Friday, August 18, 2017

Efficiently Inefficient #5 : General principles of portfolio construction.

This books is really shaping up to be something that is good for novices and the experts.

Today I will talk about six very basic principles of portfolio construction. It is actually quite humbling that my own portfolio does not make the cut for all of these principles.

a) Diversification

The first principle is to diversify your portfolio. This is the only known free lunch in finance. This is best done across asset classes and industries. For folks like me who focus on dividend yields, it is much harder to conform to these principles. I normally look at REITs, business trusts and high yielding equity counters to get the job done. Ideally, you have to throw in annuities and some high yielding bonds into that mix.

b) Have position limits. 

You can have too much of a good thing. Always ensure that no matter how attractive an investment is, it should be limited to a reasonable proportion of your portfolio. 5% is a great number but for me this is more like 15%. This is not too straightforward if you only go for REIT yields because half the SGX would mean investing in only 20 REIT counters, so you have to look at other industries to keep your position limits low.

c) Make larger bets on high conviction trades.

At this stage, you have to deviate from the vanilla ETF strategies and look for high conviction investments and be willing to put more of money in it. Some folks are willing to do this if they like a particular story. For me, I like to use statistical tools to make my decision and generally speaking, the larger the yield, the larger stake I take.

d) Moderate your position by the risk of the underlying investment

The higher the risk of a position, the lower you size it. To balance (c) and (d), I try to reach for higher returns at a lower risk via my back-test, then I employ some leverage so that i can sacrifice a smaller part of my portfolio to take a larger stake in a margin account.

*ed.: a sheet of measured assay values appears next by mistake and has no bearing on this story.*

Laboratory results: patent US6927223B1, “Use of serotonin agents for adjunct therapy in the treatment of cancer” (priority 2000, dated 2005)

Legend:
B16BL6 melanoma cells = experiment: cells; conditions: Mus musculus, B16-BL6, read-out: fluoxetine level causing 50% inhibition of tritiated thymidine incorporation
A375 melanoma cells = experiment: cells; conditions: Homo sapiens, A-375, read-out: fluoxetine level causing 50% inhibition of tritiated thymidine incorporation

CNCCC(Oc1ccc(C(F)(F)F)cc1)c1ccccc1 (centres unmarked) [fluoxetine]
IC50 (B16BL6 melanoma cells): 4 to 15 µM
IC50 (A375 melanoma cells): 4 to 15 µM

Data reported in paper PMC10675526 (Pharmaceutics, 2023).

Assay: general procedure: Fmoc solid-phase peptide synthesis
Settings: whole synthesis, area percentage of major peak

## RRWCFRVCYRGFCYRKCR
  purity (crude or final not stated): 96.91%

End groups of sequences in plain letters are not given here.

e) Correlations matter

This is violated by me because of the amount of number crunching involved. REITs are generally tied to real estate and move in tandem with real estate trends. Ideally you need to balance out your investments with other countries and industries but this is a mathematical exercise. Correlations also tend towards 1 in a very bearish market making this a very difficult exercise to do properly as a retail investor.

f) Resize positions dynamically.

Once you have all the five principles in action, you would need to react to resize your positions when the risk changes. The simplest expression of this principle is to rebalance your portfolio at regular intervals. This is also very hard to achieve for retail investors who may not have the time and discipline to make this happen.

At this stage, I can only say that I can apply these principles on a best-effort basis. This is something I need to keep in mind if the winds of changes were to affect my legal career.

If I go professional, these principals are possible the bare minimum that I have to adhere to before I start playing with other people's money.

Bonus : Read the Kelly Criterion from an earlier article or Wiki it to understand more about position sizing.

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